Vaping-related illnesses are on the rise. Here’s how some Catholic schools are taking action.

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Large populations of high school parents rarely agree on anything. But it has happened at Gloucester Catholic in Gloucester City, N.J., in response to the rise of teenage vaping.

“Vaping” describes the use of a variety of e-cigarette products that may deliver flavoring, nicotine, THC (the chemical compound in marijuana that produces the “high”) or some combination of these substances, depending on the particular vaping product. Gloucester’s new policy toward vaping, which includes immediately notifying parents and requiring mandatory drug tests for those students who are caught, has been met with “almost 100 percent support from the parents” in the school community, said Tom Iacovone, the assistant principal for Student Affairs at Gloucester.

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“Students view vaping as ‘below’ a cigarette [in terms of health risk.] I don’t think they realize how dangerous it is for you.”

After school administrators noticed increasing use of vaping products among students about two years ago, they decided to address the issue with more drastic disciplinary measures and have also made an effort to inform parents about the consequences of using nicotine and other drugs. The school hopes to prevent the use of vaping devices that continue to be revealed as a serious health risk.

“Students view vaping as ‘below’ a cigarette” in terms of health risk, Mr. Iacovone told America. “I don’t think they realize how dangerous it is for you.”

Vaping, especially among young people, has risen dramatically over the past few years. In a survey done by Monitoring the Future in December 2018, 37.3 percent of 12th graders reported that they had done “any vaping” in the past 12 months, compared to just 27.8 percent in 2017. This is a year-over-year increase of 34.2 percent. Statistics among 10th and eighth graders in the M.T.F. survey showed similar increases.

Given the recent influx of cases of vaping-related illnesses and deaths in the United States, this increase in vaping among young people has become a cause for serious concern. As of Oct. 8, more than 1,000 cases of lung illnesses caused by vaping have been reported across 46 states, and 22 people have died, including a 17-year-old. The majority of these reported cases involve THC use. A recent Mayo Clinic report compared vaping’s effect on the lungs to damage from chemical burns.

Not only are vaping-related illnesses on the rise, but vaping can also lead to greater chance of addiction to other substances.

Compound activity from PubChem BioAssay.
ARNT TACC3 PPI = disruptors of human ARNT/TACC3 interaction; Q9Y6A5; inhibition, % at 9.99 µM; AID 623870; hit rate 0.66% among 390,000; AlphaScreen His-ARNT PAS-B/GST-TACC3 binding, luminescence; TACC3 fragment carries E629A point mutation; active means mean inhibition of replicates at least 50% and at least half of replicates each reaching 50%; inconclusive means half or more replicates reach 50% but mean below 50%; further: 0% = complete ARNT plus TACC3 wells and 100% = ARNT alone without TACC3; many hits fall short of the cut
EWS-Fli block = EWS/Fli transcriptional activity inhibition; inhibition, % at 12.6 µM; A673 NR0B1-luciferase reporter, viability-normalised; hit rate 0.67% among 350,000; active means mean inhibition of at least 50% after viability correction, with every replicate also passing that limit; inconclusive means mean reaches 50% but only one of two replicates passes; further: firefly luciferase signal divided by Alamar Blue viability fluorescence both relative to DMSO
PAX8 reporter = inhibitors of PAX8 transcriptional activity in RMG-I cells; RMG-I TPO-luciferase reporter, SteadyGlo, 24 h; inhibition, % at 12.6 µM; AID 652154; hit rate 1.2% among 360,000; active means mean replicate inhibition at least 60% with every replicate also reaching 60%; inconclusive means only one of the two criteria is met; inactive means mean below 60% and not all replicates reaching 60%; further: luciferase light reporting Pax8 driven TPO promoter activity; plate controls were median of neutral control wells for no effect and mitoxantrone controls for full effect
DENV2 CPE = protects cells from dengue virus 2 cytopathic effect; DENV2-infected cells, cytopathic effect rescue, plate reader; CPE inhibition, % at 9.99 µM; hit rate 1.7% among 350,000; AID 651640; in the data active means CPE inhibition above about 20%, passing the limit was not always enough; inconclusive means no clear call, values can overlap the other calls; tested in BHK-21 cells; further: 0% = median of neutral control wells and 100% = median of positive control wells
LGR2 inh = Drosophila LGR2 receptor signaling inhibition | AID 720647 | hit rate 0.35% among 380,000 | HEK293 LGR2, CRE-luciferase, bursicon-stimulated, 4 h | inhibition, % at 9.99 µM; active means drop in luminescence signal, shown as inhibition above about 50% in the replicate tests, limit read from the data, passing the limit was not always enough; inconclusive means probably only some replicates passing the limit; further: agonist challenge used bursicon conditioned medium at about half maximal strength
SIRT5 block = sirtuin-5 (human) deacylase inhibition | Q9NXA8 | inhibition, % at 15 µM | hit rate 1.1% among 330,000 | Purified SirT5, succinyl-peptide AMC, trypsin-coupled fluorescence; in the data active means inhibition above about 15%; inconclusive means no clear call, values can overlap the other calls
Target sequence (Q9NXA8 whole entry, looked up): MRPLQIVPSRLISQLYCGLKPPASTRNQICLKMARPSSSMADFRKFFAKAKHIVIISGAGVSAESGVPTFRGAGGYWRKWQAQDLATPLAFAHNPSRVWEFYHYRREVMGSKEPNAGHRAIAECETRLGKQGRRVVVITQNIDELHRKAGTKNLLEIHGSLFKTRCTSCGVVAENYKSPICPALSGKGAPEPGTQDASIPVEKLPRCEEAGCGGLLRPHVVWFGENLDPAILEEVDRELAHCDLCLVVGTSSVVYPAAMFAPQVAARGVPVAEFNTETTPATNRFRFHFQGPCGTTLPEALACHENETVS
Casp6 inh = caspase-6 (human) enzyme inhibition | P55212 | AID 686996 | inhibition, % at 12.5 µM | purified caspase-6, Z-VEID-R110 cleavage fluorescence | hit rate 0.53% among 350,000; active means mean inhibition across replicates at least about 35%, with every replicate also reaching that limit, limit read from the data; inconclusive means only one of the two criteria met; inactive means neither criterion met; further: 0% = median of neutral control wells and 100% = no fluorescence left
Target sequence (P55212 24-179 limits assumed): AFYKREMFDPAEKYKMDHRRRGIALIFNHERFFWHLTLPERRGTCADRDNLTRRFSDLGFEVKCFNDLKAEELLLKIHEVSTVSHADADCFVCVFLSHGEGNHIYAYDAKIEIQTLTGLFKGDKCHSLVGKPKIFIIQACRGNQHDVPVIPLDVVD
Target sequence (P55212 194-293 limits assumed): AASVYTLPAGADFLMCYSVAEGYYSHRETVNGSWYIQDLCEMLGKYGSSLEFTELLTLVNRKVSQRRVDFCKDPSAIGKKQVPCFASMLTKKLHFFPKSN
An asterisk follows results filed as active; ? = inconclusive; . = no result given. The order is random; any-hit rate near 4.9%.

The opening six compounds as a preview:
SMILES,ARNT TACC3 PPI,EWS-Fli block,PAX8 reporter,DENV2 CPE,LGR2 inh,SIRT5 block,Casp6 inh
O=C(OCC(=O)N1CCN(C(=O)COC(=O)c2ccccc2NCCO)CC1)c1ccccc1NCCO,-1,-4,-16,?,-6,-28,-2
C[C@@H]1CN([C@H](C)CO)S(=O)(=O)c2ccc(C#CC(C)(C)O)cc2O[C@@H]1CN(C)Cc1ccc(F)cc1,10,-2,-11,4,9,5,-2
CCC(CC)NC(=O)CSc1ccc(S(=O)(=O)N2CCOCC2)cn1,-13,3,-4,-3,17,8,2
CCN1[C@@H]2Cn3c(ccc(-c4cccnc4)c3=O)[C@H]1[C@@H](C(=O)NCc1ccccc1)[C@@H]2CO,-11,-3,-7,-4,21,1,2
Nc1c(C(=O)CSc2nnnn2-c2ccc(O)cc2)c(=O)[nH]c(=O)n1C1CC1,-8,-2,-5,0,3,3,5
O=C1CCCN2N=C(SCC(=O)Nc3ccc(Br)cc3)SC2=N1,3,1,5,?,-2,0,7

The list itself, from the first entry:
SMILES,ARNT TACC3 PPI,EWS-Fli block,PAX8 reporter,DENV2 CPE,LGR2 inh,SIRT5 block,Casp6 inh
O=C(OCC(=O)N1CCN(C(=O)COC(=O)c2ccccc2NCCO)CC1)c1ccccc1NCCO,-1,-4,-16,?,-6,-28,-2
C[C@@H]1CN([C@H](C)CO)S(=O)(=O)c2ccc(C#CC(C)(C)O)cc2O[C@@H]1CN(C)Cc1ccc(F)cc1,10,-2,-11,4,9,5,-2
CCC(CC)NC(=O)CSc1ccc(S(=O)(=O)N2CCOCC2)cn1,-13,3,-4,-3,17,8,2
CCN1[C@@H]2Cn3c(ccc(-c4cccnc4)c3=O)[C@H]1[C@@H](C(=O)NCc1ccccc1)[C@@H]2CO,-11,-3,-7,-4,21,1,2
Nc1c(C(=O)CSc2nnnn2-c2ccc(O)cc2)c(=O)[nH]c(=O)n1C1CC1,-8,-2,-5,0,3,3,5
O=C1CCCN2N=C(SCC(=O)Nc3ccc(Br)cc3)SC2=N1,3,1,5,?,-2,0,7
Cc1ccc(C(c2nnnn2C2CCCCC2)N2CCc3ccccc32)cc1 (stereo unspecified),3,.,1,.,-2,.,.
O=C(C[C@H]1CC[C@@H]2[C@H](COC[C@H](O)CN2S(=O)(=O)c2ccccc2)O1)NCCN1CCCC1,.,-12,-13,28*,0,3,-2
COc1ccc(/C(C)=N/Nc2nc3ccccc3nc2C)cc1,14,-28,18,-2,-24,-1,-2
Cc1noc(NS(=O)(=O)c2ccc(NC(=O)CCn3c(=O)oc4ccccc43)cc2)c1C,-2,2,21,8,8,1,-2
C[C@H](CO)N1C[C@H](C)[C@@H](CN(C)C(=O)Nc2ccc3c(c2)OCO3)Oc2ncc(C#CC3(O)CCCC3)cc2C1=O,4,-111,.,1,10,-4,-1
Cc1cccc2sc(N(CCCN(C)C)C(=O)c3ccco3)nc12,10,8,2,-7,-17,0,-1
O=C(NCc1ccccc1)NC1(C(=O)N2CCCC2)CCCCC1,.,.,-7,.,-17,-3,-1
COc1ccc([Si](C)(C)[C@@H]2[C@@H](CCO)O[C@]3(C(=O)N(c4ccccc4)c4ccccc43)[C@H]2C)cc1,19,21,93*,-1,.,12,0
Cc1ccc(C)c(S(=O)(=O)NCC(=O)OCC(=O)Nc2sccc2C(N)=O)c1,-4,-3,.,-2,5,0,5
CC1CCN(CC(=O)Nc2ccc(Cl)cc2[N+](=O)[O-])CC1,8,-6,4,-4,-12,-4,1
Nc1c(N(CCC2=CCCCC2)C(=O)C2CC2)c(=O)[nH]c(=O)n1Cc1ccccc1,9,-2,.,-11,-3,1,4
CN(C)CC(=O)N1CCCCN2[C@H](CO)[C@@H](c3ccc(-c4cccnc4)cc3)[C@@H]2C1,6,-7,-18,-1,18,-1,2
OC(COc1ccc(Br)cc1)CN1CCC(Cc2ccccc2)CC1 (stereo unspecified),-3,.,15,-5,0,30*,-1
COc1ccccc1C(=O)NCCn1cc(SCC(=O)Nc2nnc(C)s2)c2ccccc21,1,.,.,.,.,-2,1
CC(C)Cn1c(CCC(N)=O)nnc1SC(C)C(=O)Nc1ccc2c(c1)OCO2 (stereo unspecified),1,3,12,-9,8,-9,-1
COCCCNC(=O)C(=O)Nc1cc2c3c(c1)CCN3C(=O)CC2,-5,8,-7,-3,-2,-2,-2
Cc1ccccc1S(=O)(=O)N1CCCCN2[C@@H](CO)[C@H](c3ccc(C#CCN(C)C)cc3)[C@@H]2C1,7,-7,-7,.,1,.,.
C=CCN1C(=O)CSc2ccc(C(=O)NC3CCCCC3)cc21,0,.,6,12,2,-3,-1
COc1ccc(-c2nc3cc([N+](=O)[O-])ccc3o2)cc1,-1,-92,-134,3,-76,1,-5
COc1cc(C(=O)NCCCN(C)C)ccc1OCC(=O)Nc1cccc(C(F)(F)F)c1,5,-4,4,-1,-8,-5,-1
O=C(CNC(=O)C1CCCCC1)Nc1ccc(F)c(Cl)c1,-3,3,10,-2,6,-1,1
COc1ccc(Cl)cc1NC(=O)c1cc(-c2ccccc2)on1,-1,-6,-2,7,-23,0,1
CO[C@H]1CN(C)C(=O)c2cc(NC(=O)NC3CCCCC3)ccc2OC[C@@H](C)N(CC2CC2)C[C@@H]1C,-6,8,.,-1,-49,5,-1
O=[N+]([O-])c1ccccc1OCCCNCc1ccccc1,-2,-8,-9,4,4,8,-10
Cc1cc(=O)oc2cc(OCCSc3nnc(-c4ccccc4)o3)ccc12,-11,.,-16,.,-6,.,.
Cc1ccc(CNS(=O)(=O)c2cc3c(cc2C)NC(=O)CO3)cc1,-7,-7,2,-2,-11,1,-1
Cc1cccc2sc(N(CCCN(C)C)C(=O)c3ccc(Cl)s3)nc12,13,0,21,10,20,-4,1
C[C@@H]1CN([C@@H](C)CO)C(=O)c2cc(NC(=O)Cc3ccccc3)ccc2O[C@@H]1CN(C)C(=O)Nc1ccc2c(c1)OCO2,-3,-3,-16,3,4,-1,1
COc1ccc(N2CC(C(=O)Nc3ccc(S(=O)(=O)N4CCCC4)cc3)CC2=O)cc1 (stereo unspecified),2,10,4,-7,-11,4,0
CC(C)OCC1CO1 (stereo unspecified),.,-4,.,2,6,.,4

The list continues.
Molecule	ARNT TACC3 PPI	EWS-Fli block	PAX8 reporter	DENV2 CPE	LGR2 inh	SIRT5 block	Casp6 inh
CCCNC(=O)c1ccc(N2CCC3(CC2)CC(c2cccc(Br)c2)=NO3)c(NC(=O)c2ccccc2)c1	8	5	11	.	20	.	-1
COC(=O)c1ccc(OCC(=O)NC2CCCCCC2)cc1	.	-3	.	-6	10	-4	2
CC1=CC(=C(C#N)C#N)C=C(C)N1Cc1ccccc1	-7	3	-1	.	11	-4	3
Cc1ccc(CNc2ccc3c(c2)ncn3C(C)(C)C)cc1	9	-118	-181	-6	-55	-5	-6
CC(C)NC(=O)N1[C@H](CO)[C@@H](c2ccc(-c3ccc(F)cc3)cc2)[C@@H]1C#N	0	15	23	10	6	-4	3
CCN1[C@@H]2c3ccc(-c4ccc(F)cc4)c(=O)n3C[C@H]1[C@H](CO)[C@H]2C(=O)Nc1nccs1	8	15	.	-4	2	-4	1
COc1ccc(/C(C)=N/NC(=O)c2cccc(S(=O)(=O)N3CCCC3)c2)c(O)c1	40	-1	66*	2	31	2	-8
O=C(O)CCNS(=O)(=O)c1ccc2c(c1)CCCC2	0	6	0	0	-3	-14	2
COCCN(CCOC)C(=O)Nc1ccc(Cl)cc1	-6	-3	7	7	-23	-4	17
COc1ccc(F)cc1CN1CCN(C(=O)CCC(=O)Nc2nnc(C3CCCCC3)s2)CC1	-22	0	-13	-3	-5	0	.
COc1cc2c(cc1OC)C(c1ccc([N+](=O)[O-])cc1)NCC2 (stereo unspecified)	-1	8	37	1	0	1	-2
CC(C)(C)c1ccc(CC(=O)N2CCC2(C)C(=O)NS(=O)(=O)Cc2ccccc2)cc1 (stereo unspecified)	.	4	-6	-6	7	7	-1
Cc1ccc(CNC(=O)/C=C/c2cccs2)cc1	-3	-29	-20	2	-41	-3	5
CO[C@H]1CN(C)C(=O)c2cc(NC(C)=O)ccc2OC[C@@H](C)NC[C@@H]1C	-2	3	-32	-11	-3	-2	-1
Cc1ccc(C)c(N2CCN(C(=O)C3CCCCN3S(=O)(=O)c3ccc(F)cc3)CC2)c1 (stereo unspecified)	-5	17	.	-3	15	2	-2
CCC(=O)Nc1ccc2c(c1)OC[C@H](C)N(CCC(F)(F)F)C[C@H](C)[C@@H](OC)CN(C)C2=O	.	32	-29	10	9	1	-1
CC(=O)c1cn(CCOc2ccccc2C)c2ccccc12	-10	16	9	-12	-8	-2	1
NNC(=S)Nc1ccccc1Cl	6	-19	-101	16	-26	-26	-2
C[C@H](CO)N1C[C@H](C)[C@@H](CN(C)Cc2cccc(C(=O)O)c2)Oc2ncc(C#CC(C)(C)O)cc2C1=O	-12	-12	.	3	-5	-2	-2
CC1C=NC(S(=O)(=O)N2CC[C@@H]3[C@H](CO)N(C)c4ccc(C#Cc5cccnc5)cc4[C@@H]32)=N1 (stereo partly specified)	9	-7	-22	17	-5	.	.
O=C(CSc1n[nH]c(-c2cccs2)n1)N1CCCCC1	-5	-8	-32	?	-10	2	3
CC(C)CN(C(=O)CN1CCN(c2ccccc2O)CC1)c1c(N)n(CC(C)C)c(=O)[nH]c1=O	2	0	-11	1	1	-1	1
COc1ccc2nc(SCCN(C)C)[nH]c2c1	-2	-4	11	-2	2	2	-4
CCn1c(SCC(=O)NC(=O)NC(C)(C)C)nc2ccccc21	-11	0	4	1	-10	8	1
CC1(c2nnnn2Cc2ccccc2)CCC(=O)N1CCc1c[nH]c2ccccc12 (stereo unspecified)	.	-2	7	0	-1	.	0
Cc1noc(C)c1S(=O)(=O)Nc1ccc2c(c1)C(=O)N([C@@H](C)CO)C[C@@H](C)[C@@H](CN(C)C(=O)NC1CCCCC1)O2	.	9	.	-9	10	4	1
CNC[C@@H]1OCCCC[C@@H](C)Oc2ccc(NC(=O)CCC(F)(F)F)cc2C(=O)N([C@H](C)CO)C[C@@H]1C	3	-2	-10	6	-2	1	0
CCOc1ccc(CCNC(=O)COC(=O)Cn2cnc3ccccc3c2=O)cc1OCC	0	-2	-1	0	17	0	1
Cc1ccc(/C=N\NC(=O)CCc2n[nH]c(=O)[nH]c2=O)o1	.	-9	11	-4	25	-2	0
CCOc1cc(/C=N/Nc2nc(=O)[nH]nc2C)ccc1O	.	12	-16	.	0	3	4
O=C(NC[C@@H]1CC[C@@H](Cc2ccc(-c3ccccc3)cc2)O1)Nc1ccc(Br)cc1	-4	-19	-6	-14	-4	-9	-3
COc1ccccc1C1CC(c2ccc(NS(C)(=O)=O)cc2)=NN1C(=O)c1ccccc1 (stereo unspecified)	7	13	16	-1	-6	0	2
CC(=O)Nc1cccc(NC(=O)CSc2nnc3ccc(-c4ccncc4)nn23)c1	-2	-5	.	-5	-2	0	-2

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The merits of reducing teen vaping are clear-cut, according to researchers: not only are vaping-related illnesses on the rise, vaping can also lead to greater chance of addiction to other substances.

“Vaping can include anything from inhaling just flavors to using these devices to administer substances like nicotine or THC,” said Dr. Nora Volkow, the director of the National Institute on Drug Abuse, in a recent video. Nicotine in particular “serves to prime your brain toward the rewarding effects of other drugs.”

However, vaping becomes a more complex issue, particularly in terms of legislation, when factoring adults into the equation. Many adults use vaping as an alternative to cigarettes, and some have questioned the benefits of legislative campaigns against vaping, concerned that it would drive many adults back to smoking.

In September the Trump administration announced its intention to ban the sale of flavored e-cigarettes. But while the legislative path to restrict vaping is unclear, many schools have taken their own steps to address the issue.

In addition to Gloucester, some other Catholic schools that have taken action include Xaverian High School in Brooklyn, N.Y., which adopted a policy that includes suspension and removal from extracurricular activities for students caught vaping. Monsignor Farrell High School in Staten Island, N.Y., installed an entire vaping-specific security system to help enforce its zero-tolerance policy. Students must swipe their ID cards to enter the restrooms, which now feature vape smoke detectors so that administrators will know who is in the restroom if the detector is triggered.

Because vaping devices typically do not give off a strong odor and students can conceal them easily, it takes an intentional effort to regulate vaping in schools. That said, these schools report that the crackdown is working, as their number of vaping incidents have trended in the opposite direction of the nationwide statistics cited above.

Although public and Catholic schools alike are taking action, Mr. Iacovone argues that his school’s Catholic identity is important when trying to connect with students about the urgency and importance of this issue.

“We hold true to our mission of trying to form the entire student,” he said. “In terms of [addressing] the issue itself, I don’t know that we’re doing anything different than what a public school would do...but we are able to reach students in a different way, by bringing in their faith, their religion, into the conversation.”

J Cosgrove
2 weeks ago

My understanding is what the article is saying, the problem is not vaping but what people are putting in the vaping. It has especially encouraged teens to start vaping when they never smoked before or would have smoked. This will be tricky as theoretically it is a way to wean addicted smokers off of cigarettes.

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